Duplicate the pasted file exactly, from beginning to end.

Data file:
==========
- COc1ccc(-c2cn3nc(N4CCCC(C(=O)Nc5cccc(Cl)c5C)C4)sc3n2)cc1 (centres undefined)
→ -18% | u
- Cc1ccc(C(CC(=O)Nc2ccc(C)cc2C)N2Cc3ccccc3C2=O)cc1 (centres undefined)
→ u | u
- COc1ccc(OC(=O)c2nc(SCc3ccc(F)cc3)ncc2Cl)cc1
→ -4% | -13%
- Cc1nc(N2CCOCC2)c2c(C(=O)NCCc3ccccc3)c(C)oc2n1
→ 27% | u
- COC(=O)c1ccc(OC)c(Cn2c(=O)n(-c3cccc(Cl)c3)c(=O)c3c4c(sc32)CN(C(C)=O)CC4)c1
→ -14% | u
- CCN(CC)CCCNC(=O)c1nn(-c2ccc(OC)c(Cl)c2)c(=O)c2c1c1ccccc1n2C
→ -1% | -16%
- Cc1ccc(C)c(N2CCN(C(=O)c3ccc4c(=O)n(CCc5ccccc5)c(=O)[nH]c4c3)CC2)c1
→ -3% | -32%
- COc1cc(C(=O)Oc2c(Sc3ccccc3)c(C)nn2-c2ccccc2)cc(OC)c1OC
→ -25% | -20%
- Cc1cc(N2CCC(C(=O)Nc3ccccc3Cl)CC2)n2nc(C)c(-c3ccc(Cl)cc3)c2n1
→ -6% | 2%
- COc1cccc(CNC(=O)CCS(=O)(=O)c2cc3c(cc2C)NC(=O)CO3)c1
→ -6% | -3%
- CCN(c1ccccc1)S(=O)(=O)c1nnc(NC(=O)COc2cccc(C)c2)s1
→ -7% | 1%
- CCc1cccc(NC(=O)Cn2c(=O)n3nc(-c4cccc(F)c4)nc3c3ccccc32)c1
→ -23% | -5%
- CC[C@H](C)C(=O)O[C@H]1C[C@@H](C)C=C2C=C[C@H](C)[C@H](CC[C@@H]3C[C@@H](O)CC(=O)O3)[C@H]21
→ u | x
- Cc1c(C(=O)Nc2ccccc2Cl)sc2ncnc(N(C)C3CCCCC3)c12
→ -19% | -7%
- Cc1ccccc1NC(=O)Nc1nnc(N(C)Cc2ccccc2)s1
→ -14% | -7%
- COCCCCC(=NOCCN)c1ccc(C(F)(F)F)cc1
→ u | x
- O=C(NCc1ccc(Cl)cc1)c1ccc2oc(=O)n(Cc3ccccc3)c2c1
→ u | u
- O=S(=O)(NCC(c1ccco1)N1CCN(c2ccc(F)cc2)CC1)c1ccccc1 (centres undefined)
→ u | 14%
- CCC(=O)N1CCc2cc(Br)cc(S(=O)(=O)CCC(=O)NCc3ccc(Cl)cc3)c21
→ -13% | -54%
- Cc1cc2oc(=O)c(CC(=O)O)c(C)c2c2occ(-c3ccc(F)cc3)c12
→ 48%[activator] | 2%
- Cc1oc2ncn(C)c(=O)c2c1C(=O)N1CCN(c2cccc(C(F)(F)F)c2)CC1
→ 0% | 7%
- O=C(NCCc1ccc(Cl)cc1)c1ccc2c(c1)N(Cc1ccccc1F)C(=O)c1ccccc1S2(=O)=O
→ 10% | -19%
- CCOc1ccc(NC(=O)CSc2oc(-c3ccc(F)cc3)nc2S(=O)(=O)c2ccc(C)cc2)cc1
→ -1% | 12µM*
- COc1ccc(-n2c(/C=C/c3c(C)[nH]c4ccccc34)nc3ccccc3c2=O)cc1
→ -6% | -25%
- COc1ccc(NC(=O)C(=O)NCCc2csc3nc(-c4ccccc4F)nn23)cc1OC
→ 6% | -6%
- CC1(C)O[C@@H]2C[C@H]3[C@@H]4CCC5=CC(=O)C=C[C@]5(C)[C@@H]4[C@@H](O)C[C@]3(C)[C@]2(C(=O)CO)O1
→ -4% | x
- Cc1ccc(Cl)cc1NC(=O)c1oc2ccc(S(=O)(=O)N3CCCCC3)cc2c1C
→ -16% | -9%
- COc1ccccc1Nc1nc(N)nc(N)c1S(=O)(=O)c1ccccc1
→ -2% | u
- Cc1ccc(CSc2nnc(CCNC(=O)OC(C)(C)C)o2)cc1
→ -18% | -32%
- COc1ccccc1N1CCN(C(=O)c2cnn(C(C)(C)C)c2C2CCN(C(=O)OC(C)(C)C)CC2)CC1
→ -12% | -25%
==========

- COc1ccc(-c2cn3nc(N4CCCC(C(=O)Nc5cccc(Cl)c5C)C4)sc3n2)cc1 (centres undefined)
→ -18% | u
- Cc1ccc(C(CC(=O)Nc2ccc(C)cc2C)N2Cc3ccccc3C2=O)cc1 (centres undefined)
→ u | u
- COc1ccc(OC(=O)c2nc(SCc3ccc(F)cc3)ncc2Cl)cc1
→ -4% | -13%
- Cc1nc(N2CCOCC2)c2c(C(=O)NCCc3ccccc3)c(C)oc2n1
→ 27% | u
- COC(=O)c1ccc(OC)c(Cn2c(=O)n(-c3cccc(Cl)c3)c(=O)c3c4c(sc32)CN(C(C)=O)CC4)c1
→ -14% | u
- CCN(CC)CCCNC(=O)c1nn(-c2ccc(OC)c(Cl)c2)c(=O)c2c1c1ccccc1n2C
→ -1% | -16%
- Cc1ccc(C)c(N2CCN(C(=O)c3ccc4c(=O)n(CCc5ccccc5)c(=O)[nH]c4c3)CC2)c1
→ -3% | -32%
- COc1cc(C(=O)Oc2c(Sc3ccccc3)c(C)nn2-c2ccccc2)cc(OC)c1OC
→ -25% | -20%
- Cc1cc(N2CCC(C(=O)Nc3ccccc3Cl)CC2)n2nc(C)c(-c3ccc(Cl)cc3)c2n1
→ -6% | 2%
- COc1cccc(CNC(=O)CCS(=O)(=O)c2cc3c(cc2C)NC(=O)CO3)c1
→ -6% | -3%
- CCN(c1ccccc1)S(=O)(=O)c1nnc(NC(=O)COc2cccc(C)c2)s1
→ -7% | 1%
- CCc1cccc(NC(=O)Cn2c(=O)n3nc(-c4cccc(F)c4)nc3c3ccccc32)c1
→ -23% | -5%
- CC[C@H](C)C(=O)O[C@H]1C[C@@H](C)C=C2C=C[C@H](C)[C@H](CC[C@@H]3C[C@@H](O)CC(=O)O3)[C@H]21
→ u | x
- Cc1c(C(=O)Nc2ccccc2Cl)sc2ncnc(N(C)C3CCCCC3)c12
→ -19% | -7%
- Cc1ccccc1NC(=O)Nc1nnc(N(C)Cc2ccccc2)s1
→ -14% | -7%
- COCCCCC(=NOCCN)c1ccc(C(F)(F)F)cc1
→ u | x
- O=C(NCc1ccc(Cl)cc1)c1ccc2oc(=O)n(Cc3ccccc3)c2c1
→ u | u
- O=S(=O)(NCC(c1ccco1)N1CCN(c2ccc(F)cc2)CC1)c1ccccc1 (centres undefined)
→ u | 14%
- CCC(=O)N1CCc2cc(Br)cc(S(=O)(=O)CCC(=O)NCc3ccc(Cl)cc3)c21
→ -13% | -54%
- Cc1cc2oc(=O)c(CC(=O)O)c(C)c2c2occ(-c3ccc(F)cc3)c12
→ 48%[activator] | 2%
- Cc1oc2ncn(C)c(=O)c2c1C(=O)N1CCN(c2cccc(C(F)(F)F)c2)CC1
→ 0% | 7%
- O=C(NCCc1ccc(Cl)cc1)c1ccc2c(c1)N(Cc1ccccc1F)C(=O)c1ccccc1S2(=O)=O
→ 10% | -19%
- CCOc1ccc(NC(=O)CSc2oc(-c3ccc(F)cc3)nc2S(=O)(=O)c2ccc(C)cc2)cc1
→ -1% | 12µM*
- COc1ccc(-n2c(/C=C/c3c(C)[nH]c4ccccc34)nc3ccccc3c2=O)cc1
→ -6% | -25%
- COc1ccc(NC(=O)C(=O)NCCc2csc3nc(-c4ccccc4F)nn23)cc1OC
→ 6% | -6%
- CC1(C)O[C@@H]2C[C@H]3[C@@H]4CCC5=CC(=O)C=C[C@]5(C)[C@@H]4[C@@H](O)C[C@]3(C)[C@]2(C(=O)CO)O1
→ -4% | x
- Cc1ccc(Cl)cc1NC(=O)c1oc2ccc(S(=O)(=O)N3CCCCC3)cc2c1C
→ -16% | -9%
- COc1ccccc1Nc1nc(N)nc(N)c1S(=O)(=O)c1ccccc1
→ -2% | u
- Cc1ccc(CSc2nnc(CCNC(=O)OC(C)(C)C)o2)cc1
→ -18% | -32%
- COc1ccccc1N1CCN(C(=O)c2cnn(C(C)(C)C)c2C2CCN(C(=O)OC(C)(C)C)CC2)CC1
→ -12% | -25%